Monday, October 29, 2012





The Reserve Bank Of India is almost religious when it comes to handling INFLATION. This is traditionally considered one of the important functions of any Central Bank. The one weapon the Central Bank uses for inflation control is REPO & REVERSE REPO RATE HIKE. With the help of these rates, it seeks to monitor and adjust the liquidity in the Banking system, thereby control the credit and money flow into the economy – which is expected to impact on the Inflation by acting on the Demand side (Usually).

RBI has used it 13 times in very quick succession, when Inflation was climbing up the ladder from 2010 onwards.

Even as these Rate Hikes were happening, Inflation was galloping up faster; and did not seem to respond at all, to the Medicine that RBI was administering.

In my view, and this view I have said a few times earlier on this blog, INFLATION, especially the FOOD INFLATION part of Inflation (in Indian conditions) does not respond to the RBI RATE HIKES. It never did. If Inflation did ever come down it was due to SUPPLY SIDE easing and not because of Rate Hikes.

Even Inflation in Non-Food Products also has not responded to Rate Hikes.
So what did RATE HIKES actually do?

They hiked the Cost of capital for the entrepreneurs and they also hiked the cost of buying for buyers of goods. Thus, on one side, IIP was hurtling downwards and on the other side, many sectors were facing demand reduction and consequent production cuts. But, did it reduce the prices of those goods because of demand reduction? No way. 

Given the spiraling raw material costs – like minerals, oil, gas, coal, iron ore & other ores, electricity tariffs and so on -  there was no way, the prices of any manufactured  products could come down. Thus, whether it is core inflation or headline inflation, whether it is of food and food products or of non-food products – inflation was going up, despite Rate Hikes.

Even factoring in the lacunae which surface, time to time, in the compilation of the Basic data like IIP, yet, INFLATION, in general perception, was probably higher than what the INDEXES represented, not LOWER.

In the circumstances such as these, is it necessary to keep the REPO & REVERSE REPO rates at the current High levels? If so, for how long?

What if, Inflation climbs a few notches higher from current levels? Will RBI hike RATES again – or, keep them at current, already high levels?

It is beyond doubt now that GROWTH is adversely affected – and at least one of the major factors at work is the HIGH RATE STRUCTURE of the RBI.

From what Mr. stiglitz has said recently, and I totally agree with him,  GROWTH is much more important to be managed compared to INFLATION.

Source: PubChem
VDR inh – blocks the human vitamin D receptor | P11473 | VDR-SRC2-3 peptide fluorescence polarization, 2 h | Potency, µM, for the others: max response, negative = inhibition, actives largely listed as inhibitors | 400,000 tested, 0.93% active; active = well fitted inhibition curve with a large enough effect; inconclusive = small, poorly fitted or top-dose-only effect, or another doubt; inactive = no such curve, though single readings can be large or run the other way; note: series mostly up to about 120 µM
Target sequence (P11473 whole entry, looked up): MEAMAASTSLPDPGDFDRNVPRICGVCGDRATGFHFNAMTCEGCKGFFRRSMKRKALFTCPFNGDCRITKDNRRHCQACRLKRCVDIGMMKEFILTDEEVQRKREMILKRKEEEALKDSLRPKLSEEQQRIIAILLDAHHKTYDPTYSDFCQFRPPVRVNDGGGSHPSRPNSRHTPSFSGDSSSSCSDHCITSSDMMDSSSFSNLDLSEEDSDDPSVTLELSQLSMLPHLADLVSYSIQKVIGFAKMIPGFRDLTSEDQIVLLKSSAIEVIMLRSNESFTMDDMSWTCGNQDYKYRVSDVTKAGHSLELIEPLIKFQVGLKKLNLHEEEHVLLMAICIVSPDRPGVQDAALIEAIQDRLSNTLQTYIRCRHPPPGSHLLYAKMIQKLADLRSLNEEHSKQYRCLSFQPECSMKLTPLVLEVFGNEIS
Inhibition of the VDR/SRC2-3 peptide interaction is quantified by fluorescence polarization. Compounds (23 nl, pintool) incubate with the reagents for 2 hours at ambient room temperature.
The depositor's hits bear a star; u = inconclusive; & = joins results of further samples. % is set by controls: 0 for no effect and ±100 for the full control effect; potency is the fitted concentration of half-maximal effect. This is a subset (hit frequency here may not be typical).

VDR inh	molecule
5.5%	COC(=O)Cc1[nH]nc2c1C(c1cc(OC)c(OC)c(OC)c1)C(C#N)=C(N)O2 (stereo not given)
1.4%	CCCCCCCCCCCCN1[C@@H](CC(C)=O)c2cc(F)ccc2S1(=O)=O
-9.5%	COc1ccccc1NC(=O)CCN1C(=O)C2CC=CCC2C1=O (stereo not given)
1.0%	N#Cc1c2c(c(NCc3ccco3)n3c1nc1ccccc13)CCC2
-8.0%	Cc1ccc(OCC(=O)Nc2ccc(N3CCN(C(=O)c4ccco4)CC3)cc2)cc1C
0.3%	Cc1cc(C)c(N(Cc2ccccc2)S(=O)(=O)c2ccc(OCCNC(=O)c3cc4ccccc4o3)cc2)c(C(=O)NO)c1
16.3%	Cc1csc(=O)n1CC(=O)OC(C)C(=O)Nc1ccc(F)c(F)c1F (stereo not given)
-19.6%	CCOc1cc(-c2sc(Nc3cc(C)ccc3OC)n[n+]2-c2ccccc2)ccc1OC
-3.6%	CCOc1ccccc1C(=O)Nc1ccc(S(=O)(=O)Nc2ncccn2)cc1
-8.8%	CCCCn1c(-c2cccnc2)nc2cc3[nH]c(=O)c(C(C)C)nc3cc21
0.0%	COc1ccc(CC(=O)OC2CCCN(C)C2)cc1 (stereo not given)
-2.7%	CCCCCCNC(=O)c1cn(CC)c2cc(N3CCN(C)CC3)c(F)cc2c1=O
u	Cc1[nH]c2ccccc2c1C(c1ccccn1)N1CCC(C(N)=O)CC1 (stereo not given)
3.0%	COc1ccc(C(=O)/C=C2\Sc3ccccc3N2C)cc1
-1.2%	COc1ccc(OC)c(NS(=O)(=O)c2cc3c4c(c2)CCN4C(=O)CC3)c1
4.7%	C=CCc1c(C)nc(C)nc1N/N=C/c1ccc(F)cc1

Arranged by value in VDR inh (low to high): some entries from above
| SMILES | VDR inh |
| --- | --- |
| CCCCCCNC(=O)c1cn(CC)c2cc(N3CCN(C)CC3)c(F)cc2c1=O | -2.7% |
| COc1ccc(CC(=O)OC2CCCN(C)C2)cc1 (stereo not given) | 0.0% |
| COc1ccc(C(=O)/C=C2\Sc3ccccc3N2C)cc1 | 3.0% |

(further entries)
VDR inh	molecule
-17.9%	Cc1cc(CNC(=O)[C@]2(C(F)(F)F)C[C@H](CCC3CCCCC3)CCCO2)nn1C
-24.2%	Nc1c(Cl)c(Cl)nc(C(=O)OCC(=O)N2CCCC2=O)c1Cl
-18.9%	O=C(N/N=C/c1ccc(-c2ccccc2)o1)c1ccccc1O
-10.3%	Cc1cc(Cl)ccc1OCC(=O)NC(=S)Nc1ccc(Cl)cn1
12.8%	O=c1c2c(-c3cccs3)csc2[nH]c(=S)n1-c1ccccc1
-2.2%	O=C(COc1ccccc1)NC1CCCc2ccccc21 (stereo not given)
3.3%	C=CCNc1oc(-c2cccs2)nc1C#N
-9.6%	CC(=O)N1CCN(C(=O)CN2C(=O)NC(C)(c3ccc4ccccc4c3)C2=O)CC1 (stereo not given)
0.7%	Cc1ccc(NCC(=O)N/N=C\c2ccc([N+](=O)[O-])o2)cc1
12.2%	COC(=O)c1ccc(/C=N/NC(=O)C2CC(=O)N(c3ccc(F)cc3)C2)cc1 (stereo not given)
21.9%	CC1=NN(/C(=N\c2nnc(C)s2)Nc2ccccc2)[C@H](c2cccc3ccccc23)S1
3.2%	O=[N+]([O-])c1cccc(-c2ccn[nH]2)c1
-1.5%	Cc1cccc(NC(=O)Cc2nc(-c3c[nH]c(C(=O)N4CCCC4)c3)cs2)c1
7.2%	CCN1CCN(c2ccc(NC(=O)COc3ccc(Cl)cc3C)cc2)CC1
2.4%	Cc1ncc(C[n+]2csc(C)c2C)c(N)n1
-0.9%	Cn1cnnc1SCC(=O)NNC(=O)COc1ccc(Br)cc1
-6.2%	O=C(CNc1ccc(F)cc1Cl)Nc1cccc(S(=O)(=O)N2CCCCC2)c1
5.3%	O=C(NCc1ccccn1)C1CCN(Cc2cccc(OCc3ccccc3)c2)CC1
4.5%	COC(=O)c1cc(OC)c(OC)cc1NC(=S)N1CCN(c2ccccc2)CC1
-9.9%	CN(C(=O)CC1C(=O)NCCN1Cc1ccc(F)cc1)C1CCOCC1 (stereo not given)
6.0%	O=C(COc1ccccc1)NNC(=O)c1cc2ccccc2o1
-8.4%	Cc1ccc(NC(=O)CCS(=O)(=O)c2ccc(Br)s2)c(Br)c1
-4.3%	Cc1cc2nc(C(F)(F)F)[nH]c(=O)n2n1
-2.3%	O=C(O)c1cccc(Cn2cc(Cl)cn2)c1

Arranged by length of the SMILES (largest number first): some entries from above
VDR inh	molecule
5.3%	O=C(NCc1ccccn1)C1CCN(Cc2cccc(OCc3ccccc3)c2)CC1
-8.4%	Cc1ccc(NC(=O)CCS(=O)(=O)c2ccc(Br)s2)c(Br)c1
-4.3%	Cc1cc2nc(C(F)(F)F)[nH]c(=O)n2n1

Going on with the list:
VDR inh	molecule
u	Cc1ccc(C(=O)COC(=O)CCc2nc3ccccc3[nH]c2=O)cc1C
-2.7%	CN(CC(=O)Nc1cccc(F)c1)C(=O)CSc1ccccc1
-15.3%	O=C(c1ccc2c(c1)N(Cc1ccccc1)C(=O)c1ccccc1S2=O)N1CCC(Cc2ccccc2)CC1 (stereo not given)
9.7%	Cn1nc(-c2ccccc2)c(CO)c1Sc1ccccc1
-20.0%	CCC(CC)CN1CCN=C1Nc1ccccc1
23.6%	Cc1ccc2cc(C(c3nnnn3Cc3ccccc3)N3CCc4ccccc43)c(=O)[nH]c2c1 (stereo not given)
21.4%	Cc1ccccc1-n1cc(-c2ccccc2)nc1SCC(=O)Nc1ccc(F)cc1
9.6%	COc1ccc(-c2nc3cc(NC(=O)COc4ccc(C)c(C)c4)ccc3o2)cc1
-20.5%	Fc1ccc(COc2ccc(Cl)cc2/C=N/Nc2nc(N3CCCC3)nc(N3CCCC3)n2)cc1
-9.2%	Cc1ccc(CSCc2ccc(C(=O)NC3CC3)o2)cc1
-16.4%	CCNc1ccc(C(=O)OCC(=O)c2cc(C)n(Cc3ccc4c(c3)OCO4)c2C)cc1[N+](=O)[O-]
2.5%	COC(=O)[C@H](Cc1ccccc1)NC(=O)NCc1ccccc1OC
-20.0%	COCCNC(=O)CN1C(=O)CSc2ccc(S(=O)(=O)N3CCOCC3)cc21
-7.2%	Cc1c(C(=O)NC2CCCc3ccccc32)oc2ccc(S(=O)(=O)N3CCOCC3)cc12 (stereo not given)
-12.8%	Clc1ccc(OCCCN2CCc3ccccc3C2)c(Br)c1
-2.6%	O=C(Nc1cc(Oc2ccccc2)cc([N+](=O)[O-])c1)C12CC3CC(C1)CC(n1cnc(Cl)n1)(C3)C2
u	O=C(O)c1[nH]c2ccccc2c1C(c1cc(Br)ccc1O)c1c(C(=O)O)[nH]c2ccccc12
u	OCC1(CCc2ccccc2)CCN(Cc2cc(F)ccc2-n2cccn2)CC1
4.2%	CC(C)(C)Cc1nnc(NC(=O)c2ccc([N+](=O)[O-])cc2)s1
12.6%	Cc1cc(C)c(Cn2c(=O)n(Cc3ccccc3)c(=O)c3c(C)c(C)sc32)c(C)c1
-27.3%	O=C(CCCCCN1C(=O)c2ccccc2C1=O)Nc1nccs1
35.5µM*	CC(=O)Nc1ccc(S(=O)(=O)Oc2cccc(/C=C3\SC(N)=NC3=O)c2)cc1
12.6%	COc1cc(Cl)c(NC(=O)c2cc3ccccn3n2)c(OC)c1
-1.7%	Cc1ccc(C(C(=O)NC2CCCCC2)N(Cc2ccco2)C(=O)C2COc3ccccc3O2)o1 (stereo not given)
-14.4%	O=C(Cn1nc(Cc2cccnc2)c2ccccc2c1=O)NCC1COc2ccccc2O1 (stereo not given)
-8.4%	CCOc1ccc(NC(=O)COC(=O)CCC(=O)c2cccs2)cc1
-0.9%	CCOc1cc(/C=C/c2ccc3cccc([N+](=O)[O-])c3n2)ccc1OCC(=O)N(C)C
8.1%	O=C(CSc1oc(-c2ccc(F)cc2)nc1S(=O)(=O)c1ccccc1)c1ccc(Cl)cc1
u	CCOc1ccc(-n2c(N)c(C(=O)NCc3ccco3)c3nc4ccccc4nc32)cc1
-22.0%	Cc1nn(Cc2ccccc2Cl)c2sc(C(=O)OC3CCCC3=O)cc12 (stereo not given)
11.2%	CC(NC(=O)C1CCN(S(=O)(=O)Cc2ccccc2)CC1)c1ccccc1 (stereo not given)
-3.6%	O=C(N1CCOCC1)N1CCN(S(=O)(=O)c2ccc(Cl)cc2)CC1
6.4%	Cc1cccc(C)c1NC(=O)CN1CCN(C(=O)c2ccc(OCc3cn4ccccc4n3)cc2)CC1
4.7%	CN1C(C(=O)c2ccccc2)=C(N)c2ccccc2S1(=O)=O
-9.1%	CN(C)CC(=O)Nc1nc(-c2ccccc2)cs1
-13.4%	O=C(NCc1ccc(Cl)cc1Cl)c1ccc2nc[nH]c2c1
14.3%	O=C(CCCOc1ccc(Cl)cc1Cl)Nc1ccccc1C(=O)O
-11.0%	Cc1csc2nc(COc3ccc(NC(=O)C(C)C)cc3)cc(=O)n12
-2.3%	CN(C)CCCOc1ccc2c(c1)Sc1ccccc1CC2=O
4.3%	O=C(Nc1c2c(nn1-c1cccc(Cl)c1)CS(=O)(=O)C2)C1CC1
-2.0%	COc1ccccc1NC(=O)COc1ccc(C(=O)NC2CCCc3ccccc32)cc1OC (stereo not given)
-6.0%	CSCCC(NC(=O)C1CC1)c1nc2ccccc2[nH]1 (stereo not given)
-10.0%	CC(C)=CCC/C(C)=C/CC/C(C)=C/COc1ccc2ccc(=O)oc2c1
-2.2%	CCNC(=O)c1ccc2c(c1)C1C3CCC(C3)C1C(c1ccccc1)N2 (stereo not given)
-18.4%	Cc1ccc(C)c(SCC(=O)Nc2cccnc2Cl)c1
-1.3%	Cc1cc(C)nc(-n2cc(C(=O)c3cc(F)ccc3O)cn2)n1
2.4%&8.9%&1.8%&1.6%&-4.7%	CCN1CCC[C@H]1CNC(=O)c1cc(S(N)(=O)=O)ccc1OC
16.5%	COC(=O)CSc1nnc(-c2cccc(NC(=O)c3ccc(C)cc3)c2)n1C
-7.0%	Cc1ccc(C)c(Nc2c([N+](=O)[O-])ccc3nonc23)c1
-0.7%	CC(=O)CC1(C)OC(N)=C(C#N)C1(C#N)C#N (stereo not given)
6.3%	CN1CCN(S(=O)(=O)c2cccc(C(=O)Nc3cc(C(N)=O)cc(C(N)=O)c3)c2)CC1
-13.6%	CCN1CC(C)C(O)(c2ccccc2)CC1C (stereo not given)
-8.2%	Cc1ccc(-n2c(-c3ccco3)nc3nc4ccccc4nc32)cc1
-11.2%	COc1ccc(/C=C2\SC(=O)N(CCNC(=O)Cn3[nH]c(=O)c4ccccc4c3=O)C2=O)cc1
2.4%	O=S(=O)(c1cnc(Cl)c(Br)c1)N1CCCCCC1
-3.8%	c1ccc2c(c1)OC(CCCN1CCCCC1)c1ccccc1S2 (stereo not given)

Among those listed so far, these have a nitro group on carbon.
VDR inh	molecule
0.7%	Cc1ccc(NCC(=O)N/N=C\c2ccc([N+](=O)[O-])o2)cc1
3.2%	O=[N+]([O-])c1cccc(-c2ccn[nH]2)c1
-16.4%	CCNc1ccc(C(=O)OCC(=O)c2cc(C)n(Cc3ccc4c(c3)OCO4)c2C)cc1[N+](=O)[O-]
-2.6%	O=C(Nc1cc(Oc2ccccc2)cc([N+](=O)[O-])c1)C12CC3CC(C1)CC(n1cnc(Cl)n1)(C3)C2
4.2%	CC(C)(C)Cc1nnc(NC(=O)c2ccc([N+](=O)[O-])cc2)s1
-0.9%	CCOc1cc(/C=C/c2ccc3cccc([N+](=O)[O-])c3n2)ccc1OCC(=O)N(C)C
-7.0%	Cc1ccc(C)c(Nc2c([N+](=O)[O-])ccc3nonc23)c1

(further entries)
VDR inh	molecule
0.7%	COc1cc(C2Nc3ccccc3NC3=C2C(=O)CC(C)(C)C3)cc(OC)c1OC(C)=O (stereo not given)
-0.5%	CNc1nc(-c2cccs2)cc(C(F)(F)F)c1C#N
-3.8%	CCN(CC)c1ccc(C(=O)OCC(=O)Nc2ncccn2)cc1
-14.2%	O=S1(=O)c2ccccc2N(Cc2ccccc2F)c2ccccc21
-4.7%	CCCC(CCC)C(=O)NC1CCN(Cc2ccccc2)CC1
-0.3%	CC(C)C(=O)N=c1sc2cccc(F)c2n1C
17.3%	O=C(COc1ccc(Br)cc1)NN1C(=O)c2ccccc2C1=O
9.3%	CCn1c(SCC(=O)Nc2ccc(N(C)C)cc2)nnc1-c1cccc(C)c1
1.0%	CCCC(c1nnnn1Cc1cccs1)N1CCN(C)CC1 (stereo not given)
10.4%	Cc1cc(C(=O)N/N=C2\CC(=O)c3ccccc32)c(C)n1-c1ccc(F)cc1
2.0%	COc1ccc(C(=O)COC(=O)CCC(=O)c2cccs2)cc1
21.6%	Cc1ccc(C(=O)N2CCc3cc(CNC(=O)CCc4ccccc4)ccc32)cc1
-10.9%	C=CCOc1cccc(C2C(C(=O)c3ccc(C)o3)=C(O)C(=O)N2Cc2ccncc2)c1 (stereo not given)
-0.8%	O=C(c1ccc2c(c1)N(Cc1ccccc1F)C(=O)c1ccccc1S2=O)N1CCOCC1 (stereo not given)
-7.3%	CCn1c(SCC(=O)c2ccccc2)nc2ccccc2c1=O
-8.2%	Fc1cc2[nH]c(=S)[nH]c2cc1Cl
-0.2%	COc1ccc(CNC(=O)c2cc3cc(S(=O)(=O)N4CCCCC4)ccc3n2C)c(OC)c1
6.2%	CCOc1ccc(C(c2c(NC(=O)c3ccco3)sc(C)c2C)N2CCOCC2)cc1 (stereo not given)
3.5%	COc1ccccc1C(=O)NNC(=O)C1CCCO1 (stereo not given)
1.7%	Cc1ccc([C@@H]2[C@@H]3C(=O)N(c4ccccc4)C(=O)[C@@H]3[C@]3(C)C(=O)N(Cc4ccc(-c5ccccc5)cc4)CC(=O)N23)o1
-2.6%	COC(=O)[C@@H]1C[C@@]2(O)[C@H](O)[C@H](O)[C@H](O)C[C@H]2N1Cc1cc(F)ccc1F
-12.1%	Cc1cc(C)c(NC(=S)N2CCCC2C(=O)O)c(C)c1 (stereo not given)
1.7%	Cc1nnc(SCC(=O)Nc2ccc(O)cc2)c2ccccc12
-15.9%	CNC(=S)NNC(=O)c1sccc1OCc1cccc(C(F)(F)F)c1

Many Industry leaders are clearly batting for RATE CUT. Even the Government  has thrown enough hints that it prefers a RATE CUT at this point of time. On its part, it has complied with some of RBI’s suggestions like Oil and Gas price hike, FDI approvals and so on. It is also working on Fiscal deficit. So, in the short run, what could be expected from Government at policy level, has been done. 

On the Food Inflation front, the concerned Ministries can of course do much more. It is meaningless for our Governments, both central and states, to be waiting for a Wal-Mart to come and construct storage spaces, proper transportation facilities and so on. Our Governments should be doing all this. Or, Governments should be giving sufficient incentives to Indian entrepreneurs to do these in a Big way.

This said, RBI’s stand on Food Inflation especially does not seem to stand the test of logic. If Repo & Reverse Repo Rates do not affect Food Inflation one way or the other – why keep the rates HIGH, because of food Inflation?

In my view, INFLATION in India reflects a failure to act – on the part of the Central and State Governments – not of RBI. They must act – not necessarily the RBI. If they don’t, RBI’s RATE ACTION will be pretty much useless. And, that is what is happening for last two years. But, no one can point an accusing finger at RBU for having not acted sufficiently to control Inflation. It has done its bit.

It was good on the part of RBI to point to the Government the need for  Government’s fiscal and administrative action to contain Inflation. RBI has stated explicitly about this need many times. Government must act on Inflation, leaving no stone unturned. That has not happened so far in any significant way – but it must happen at least now. Government has gone ahead with some good policy measures on the lines suggested by RBI, but much more needs to be done.

Given the present mood in the Government, this reform and fiscal consolidation process will continue further now.

So – where is the RATIONALE for keeping the REPO & REVERSE REPO RATES HIGH in this scenario?

CRR CUT is needed for enhancing liquidity in the system; this is true; but, more essential is the RATE CUT to spur Growth.

Bankers will need liquidity more and would welcome CRR Cut more. For them, RATE CUTS are almost revenue neutral. They can maintain their margins any way. With some rate-cuts, while margins will still be maintained by the banks at current levels, more borrowers may come to banks seeking credit.

On the other hand, for entrepreneurs and Buyers of goods, RATE-CUTS matter more. For entrepreneurs any reduction in cost of capital will mean greater incentive to invest in production. Since the rate of return will move up, growth will be more. This means, for Growth, Rate-cuts are more essential – even though CRR cut also is needed to ease the liquidity conditions.

It is therefore felt, RBI needs to strongly bat for GROWTH with both CRR Cut and a Rate-cut.

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